But I think about who are trying to do stuff right now and how much that voice in my head personally, and I’m like an accomplished, skilled person in a lot of things, and still loudest voice in the world, just is like, your stupid why are you even trying this. Nobody going to pay attention. Right? That must have been something akin to the voice that was in your head, before he started filling your head with a bunch of lies about how you are going to succeed, right? But I think of the people who are trying to think about that very same question that John gave to you. But what would you really like to do?

Dana:I think that’s the only question that really matters.

Chase:How do you mean?

Dana:Like in life?

Chase:Tell me more.

Dana:Like having someone give you the freedom to say, putting your bills aside, your whatever else aside. And of course we had the luxury of not having kids at the point, so we weren’t providing for other people.

John:We also still do not have kids.

Chase:Yeah but we do have more IKEA furniture. We can feel like kids.

Dana:But I just think that was the best gift he ever gave, what do you really want to be doing? Like and I really really thought about it. At this point of my life, I really loved taking photos and I really loved cooking, and a blog is the best way to go about that.

Chase:Now I am curious as to how much, it seems like a girl with a wish and a prayer. Right? I love taking photos and I love writing about, I love coming up with ingredients for recipes and things like that. It doesn’t seem incredibly thought out. It doesn’t seem like methodically researched. It doesn’t seem like it was just, I feel like I like this right now.

Dana:Yeah but I will say that I do, I do think that going through journalism school, it kind of changed my thought process in a way that. Basically what I took away from journalism was say what you want to say in as few words as possible and be as loud about it as you possibly can, and get to the freaking point. Because nobody cares. Nobody has time.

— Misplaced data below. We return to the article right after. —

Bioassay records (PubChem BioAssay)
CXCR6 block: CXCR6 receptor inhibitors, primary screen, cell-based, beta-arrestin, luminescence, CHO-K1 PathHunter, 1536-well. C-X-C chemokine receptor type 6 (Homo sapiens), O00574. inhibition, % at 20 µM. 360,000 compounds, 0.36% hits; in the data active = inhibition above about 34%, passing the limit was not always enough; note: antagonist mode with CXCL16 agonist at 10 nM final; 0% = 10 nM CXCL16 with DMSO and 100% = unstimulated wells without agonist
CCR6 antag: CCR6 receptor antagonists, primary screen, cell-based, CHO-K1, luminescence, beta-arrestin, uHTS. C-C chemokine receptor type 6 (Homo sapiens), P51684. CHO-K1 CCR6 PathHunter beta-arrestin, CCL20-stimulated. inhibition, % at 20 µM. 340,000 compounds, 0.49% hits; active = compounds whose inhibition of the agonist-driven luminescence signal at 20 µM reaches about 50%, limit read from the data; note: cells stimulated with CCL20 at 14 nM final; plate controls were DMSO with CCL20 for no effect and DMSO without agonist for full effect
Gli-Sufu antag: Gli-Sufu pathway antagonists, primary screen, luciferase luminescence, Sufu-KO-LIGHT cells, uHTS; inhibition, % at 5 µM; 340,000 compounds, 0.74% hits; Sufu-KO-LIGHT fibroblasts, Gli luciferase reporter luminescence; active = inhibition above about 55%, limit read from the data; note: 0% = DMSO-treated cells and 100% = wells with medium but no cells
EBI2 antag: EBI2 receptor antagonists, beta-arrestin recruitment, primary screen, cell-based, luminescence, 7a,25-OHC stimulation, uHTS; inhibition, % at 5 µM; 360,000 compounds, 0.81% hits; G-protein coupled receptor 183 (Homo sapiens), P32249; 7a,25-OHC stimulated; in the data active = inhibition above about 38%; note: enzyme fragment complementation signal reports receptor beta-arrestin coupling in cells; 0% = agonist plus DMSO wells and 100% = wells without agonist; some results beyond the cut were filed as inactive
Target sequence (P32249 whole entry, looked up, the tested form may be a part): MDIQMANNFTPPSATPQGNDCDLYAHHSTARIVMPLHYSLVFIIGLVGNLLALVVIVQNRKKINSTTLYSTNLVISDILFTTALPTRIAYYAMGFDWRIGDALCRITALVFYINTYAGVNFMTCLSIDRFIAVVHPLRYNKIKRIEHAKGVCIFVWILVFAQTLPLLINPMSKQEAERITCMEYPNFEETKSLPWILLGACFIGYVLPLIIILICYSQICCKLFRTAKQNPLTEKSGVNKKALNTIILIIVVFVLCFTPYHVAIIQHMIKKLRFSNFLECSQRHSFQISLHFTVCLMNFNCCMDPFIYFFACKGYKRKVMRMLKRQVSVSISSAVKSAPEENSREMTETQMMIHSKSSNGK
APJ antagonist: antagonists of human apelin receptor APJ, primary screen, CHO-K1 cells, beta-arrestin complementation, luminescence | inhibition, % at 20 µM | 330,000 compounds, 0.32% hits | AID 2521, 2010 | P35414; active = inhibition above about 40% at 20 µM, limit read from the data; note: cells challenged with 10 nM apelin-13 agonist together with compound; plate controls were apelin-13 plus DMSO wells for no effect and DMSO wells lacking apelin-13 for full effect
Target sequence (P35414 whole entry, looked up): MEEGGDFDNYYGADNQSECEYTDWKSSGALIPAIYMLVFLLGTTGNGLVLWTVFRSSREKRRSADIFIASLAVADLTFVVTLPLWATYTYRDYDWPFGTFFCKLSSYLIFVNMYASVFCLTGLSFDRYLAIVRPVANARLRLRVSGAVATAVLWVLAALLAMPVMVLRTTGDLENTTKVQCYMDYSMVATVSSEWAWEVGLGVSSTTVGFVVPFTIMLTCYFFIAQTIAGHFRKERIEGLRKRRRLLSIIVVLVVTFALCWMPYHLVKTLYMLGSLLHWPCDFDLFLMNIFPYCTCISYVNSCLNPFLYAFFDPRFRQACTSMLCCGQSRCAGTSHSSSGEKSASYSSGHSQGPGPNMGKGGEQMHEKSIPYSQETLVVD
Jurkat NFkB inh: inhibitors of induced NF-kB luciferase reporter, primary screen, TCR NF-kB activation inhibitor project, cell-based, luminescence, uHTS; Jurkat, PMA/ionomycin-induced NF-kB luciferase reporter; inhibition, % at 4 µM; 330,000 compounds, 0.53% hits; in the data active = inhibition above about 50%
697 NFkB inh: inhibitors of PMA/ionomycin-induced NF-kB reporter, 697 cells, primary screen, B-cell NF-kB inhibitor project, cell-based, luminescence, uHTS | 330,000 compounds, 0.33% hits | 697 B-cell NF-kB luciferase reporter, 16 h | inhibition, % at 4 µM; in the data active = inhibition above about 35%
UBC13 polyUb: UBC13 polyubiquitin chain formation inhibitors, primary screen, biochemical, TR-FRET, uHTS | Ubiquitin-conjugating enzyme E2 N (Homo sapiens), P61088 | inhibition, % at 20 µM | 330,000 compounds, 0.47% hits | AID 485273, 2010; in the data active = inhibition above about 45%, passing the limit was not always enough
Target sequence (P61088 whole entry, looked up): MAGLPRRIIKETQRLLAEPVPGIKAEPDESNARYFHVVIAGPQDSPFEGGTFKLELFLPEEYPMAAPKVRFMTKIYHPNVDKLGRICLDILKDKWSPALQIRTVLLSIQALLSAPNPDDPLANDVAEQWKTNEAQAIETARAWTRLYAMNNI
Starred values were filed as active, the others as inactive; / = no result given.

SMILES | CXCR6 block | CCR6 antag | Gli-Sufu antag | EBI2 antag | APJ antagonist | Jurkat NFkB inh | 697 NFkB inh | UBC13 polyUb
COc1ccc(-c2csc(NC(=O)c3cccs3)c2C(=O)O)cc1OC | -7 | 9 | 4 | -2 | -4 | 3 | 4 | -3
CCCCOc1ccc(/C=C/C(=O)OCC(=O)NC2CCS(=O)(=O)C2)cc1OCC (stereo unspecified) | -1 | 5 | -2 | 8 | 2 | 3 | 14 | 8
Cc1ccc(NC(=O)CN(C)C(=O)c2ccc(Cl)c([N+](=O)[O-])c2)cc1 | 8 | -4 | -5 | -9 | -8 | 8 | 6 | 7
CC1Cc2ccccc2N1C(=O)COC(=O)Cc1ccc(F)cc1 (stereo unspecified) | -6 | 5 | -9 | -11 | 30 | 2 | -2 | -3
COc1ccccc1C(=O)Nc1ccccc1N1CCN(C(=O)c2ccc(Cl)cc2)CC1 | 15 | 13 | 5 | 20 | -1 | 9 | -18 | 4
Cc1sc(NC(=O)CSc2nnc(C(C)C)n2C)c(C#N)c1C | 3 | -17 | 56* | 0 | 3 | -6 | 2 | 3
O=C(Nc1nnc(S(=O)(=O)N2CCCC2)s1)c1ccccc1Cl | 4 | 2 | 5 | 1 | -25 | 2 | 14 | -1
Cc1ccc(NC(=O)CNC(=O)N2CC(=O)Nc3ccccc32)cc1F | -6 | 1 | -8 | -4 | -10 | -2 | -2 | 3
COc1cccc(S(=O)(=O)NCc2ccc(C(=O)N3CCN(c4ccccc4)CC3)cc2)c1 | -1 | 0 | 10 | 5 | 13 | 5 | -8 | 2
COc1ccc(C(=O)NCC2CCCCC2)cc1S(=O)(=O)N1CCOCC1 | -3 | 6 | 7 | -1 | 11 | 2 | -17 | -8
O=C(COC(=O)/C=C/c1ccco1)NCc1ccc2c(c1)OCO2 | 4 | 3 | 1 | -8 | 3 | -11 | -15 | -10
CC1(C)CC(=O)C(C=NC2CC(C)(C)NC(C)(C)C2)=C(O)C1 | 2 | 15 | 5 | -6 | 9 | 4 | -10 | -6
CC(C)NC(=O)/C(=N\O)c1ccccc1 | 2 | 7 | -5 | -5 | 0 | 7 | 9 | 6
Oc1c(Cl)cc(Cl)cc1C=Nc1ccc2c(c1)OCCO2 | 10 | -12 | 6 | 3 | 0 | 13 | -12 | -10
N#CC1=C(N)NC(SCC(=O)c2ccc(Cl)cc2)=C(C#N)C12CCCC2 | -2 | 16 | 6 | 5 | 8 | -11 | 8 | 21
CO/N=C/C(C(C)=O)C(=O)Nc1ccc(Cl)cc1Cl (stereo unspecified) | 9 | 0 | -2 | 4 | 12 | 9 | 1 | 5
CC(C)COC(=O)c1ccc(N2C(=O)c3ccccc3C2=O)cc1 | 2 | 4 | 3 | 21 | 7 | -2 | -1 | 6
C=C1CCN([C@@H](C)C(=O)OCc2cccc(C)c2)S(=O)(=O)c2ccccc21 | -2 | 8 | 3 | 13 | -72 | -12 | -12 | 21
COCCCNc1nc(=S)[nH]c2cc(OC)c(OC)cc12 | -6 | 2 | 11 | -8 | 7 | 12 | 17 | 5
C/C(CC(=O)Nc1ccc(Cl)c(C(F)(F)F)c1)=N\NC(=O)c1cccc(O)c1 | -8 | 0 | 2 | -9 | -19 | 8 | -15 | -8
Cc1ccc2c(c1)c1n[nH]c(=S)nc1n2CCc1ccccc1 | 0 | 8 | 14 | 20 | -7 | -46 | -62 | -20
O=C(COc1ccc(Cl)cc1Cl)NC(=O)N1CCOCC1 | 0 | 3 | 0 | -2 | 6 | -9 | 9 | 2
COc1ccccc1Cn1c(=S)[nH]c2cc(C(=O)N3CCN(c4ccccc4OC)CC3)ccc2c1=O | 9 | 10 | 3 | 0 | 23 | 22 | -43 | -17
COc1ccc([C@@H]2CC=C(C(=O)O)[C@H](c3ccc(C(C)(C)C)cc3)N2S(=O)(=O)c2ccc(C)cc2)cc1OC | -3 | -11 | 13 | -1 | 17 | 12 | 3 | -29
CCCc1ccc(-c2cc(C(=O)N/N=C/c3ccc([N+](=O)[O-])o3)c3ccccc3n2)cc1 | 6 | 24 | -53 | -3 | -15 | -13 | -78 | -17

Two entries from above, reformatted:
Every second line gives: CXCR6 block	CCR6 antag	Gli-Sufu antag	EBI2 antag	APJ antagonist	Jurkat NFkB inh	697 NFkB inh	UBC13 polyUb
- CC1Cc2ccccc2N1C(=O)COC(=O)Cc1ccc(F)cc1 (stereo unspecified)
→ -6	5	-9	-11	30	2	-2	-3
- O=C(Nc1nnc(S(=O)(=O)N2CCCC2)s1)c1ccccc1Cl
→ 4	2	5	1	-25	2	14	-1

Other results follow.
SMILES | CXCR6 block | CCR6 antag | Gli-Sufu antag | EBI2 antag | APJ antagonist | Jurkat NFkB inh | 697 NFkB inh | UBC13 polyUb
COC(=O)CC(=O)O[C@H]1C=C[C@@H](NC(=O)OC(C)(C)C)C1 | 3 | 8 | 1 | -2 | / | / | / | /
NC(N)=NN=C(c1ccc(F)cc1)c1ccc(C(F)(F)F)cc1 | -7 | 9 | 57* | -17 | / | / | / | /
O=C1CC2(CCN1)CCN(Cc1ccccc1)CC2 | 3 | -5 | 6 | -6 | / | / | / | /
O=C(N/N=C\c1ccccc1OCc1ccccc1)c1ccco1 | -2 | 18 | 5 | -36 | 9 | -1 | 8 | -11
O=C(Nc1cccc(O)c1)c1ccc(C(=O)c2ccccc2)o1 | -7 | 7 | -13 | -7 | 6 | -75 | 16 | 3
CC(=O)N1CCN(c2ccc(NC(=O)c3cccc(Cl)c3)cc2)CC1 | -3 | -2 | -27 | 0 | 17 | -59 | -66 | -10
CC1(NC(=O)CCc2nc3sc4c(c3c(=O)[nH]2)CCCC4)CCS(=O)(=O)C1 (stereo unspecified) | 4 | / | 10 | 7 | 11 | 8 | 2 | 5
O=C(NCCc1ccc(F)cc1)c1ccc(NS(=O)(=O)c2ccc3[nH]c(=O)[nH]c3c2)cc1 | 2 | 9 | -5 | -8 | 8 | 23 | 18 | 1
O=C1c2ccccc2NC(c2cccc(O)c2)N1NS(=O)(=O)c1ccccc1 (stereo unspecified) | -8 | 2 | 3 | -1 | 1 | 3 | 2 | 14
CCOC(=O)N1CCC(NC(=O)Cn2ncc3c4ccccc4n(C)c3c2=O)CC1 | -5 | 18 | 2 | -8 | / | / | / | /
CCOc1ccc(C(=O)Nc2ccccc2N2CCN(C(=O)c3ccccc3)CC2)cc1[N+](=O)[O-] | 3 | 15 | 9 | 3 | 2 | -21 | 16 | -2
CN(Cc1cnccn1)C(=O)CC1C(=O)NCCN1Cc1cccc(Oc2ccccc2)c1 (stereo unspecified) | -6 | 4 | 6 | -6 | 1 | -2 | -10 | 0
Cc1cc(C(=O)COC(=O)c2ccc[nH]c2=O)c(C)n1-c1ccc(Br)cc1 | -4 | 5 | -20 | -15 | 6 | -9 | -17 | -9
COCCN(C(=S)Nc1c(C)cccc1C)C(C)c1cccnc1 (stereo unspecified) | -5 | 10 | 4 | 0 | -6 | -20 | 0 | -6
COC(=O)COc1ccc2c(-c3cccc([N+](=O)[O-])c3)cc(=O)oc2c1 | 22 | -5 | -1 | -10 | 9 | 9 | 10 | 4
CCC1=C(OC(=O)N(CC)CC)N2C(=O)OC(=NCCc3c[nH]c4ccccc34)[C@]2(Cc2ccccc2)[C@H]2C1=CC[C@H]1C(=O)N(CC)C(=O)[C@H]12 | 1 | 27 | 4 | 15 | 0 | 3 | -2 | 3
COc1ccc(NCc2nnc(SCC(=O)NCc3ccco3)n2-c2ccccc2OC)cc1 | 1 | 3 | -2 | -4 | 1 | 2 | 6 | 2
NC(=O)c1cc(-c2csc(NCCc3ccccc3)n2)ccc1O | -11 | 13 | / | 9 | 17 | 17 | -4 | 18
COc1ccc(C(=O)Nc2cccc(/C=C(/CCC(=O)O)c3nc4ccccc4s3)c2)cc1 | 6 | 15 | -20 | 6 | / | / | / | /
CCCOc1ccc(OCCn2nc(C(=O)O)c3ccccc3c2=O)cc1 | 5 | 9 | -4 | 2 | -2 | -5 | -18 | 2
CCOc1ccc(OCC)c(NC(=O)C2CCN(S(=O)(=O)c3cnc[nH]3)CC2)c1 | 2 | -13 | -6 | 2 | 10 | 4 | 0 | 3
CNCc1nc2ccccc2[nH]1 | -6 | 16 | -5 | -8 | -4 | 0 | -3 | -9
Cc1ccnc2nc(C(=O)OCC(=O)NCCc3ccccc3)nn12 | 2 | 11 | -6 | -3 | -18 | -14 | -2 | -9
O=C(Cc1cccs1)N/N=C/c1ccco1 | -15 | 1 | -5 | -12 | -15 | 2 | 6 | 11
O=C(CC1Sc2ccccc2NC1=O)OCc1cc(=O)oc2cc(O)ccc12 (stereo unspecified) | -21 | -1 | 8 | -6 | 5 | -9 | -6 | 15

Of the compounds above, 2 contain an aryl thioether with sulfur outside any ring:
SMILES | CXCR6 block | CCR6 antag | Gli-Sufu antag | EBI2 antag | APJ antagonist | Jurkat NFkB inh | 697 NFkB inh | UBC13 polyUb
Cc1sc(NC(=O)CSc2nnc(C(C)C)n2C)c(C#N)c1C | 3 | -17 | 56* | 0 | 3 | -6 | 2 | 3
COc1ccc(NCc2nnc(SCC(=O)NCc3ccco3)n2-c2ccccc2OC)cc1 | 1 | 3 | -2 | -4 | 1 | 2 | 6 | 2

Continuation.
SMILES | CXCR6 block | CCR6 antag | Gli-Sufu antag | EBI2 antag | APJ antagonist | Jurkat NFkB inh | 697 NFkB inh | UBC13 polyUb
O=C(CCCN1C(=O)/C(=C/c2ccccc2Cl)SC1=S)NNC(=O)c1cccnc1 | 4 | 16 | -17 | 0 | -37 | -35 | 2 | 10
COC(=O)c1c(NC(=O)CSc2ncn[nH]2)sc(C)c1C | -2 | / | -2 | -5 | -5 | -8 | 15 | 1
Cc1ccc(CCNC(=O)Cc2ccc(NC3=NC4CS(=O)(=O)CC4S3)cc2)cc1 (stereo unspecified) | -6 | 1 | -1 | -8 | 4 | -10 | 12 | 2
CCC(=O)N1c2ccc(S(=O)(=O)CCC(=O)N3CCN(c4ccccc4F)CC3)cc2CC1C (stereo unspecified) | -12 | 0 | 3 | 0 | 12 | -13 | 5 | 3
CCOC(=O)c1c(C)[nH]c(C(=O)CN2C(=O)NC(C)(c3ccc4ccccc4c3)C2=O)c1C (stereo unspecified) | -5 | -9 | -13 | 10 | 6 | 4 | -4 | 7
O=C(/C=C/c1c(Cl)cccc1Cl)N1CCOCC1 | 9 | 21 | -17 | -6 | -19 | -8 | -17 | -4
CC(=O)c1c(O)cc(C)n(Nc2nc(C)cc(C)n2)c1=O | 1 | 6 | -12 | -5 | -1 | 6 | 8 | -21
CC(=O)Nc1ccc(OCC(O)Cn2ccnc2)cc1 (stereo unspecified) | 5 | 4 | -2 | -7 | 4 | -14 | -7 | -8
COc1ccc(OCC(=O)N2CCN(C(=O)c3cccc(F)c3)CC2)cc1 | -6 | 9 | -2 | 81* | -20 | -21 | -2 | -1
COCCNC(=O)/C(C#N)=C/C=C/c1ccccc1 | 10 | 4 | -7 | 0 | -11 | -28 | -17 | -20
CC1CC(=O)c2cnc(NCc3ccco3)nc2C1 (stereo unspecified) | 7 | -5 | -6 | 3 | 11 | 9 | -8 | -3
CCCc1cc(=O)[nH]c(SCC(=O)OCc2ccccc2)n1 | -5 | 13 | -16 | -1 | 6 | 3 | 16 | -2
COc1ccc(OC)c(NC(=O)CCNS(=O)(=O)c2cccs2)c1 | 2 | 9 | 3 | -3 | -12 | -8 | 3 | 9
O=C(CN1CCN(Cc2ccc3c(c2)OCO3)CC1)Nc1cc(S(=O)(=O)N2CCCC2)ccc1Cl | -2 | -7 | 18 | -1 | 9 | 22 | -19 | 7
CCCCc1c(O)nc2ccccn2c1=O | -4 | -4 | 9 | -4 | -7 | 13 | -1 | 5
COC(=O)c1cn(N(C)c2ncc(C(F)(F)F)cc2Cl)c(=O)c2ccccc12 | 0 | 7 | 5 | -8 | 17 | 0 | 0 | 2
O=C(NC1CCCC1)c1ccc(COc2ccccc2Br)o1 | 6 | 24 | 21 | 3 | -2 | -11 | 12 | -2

And so with the photos, and with the recipes, all I am really trying to do is grab peoples attention. And that’s why the photos are so punchy and vibrant. And that’s like when I describe a recipe there’s like bullet points. Because people don’t really have time. And also with the recipes, people don’t have time. Like not only do they not have time to read your blog post, and maybe I’m just, this is just like a peak into my world. Maybe some people do like reading a novel about someones day. But that’s not what our site is about and I feel that defiantly influences the way that I approach the recipes and that’s, at least in my mind, set us apart. Is like, we had this focus, I was focusing really hard on my photography and I was really driven to get people hooked and get people into the recipes and like if they just made it I knew they would like it, and then keep coming back.